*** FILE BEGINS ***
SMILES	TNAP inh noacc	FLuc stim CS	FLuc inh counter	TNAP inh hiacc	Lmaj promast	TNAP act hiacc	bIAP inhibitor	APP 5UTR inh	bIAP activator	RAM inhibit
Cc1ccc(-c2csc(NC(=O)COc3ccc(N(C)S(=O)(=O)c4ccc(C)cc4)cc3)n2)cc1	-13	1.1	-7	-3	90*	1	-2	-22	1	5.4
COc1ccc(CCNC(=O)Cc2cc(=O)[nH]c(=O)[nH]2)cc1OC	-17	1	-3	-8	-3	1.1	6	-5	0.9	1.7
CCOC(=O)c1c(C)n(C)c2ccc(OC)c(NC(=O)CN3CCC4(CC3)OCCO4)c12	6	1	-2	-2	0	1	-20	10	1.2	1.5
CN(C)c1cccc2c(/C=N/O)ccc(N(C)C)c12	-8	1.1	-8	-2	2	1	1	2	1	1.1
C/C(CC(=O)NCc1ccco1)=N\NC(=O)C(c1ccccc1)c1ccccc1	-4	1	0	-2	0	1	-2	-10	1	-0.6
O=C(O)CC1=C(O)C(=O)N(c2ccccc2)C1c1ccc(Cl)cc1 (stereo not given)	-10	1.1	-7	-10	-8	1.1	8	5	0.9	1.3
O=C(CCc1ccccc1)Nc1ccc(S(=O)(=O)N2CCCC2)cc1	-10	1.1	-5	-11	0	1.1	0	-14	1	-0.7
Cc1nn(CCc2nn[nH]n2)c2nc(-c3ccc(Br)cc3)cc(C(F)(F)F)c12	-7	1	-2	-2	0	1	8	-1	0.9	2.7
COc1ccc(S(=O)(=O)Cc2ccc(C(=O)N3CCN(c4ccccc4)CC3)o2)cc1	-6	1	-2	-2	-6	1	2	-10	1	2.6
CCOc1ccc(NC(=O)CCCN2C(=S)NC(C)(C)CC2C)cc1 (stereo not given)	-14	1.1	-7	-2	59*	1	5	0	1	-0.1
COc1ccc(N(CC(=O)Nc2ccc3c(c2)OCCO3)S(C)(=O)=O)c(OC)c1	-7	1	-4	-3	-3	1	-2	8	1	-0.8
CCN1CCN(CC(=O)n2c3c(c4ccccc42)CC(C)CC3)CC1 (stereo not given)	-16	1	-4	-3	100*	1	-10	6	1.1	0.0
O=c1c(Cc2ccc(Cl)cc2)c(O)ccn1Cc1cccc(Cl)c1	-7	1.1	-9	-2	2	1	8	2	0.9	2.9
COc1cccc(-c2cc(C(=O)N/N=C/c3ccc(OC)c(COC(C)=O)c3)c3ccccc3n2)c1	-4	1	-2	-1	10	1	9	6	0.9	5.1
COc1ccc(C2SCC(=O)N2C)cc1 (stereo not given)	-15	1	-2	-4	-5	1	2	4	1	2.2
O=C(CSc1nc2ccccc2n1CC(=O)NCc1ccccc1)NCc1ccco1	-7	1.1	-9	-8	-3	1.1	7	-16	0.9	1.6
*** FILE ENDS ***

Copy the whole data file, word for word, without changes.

SMILES	TNAP inh noacc	FLuc stim CS	FLuc inh counter	TNAP inh hiacc	Lmaj promast	TNAP act hiacc	bIAP inhibitor	APP 5UTR inh	bIAP activator	RAM inhibit
Cc1ccc(-c2csc(NC(=O)COc3ccc(N(C)S(=O)(=O)c4ccc(C)cc4)cc3)n2)cc1	-13	1.1	-7	-3	90*	1	-2	-22	1	5.4
COc1ccc(CCNC(=O)Cc2cc(=O)[nH]c(=O)[nH]2)cc1OC	-17	1	-3	-8	-3	1.1	6	-5	0.9	1.7
CCOC(=O)c1c(C)n(C)c2ccc(OC)c(NC(=O)CN3CCC4(CC3)OCCO4)c12	6	1	-2	-2	0	1	-20	10	1.2	1.5
CN(C)c1cccc2c(/C=N/O)ccc(N(C)C)c12	-8	1.1	-8	-2	2	1	1	2	1	1.1
C/C(CC(=O)NCc1ccco1)=N\NC(=O)C(c1ccccc1)c1ccccc1	-4	1	0	-2	0	1	-2	-10	1	-0.6
O=C(O)CC1=C(O)C(=O)N(c2ccccc2)C1c1ccc(Cl)cc1 (stereo not given)	-10	1.1	-7	-10	-8	1.1	8	5	0.9	1.3
O=C(CCc1ccccc1)Nc1ccc(S(=O)(=O)N2CCCC2)cc1	-10	1.1	-5	-11	0	1.1	0	-14	1	-0.7
Cc1nn(CCc2nn[nH]n2)c2nc(-c3ccc(Br)cc3)cc(C(F)(F)F)c12	-7	1	-2	-2	0	1	8	-1	0.9	2.7
COc1ccc(S(=O)(=O)Cc2ccc(C(=O)N3CCN(c4ccccc4)CC3)o2)cc1	-6	1	-2	-2	-6	1	2	-10	1	2.6
CCOc1ccc(NC(=O)CCCN2C(=S)NC(C)(C)CC2C)cc1 (stereo not given)	-14	1.1	-7	-2	59*	1	5	0	1	-0.1
COc1ccc(N(CC(=O)Nc2ccc3c(c2)OCCO3)S(C)(=O)=O)c(OC)c1	-7	1	-4	-3	-3	1	-2	8	1	-0.8
CCN1CCN(CC(=O)n2c3c(c4ccccc42)CC(C)CC3)CC1 (stereo not given)	-16	1	-4	-3	100*	1	-10	6	1.1	0.0
O=c1c(Cc2ccc(Cl)cc2)c(O)ccn1Cc1cccc(Cl)c1	-7	1.1	-9	-2	2	1	8	2	0.9	2.9
COc1cccc(-c2cc(C(=O)N/N=C/c3ccc(OC)c(COC(C)=O)c3)c3ccccc3n2)c1	-4	1	-2	-1	10	1	9	6	0.9	5.1
COc1ccc(C2SCC(=O)N2C)cc1 (stereo not given)	-15	1	-2	-4	-5	1	2	4	1	2.2
O=C(CSc1nc2ccccc2n1CC(=O)NCc1ccccc1)NCc1ccco1	-7	1.1	-9	-8	-3	1.1	7	-16	0.9	1.6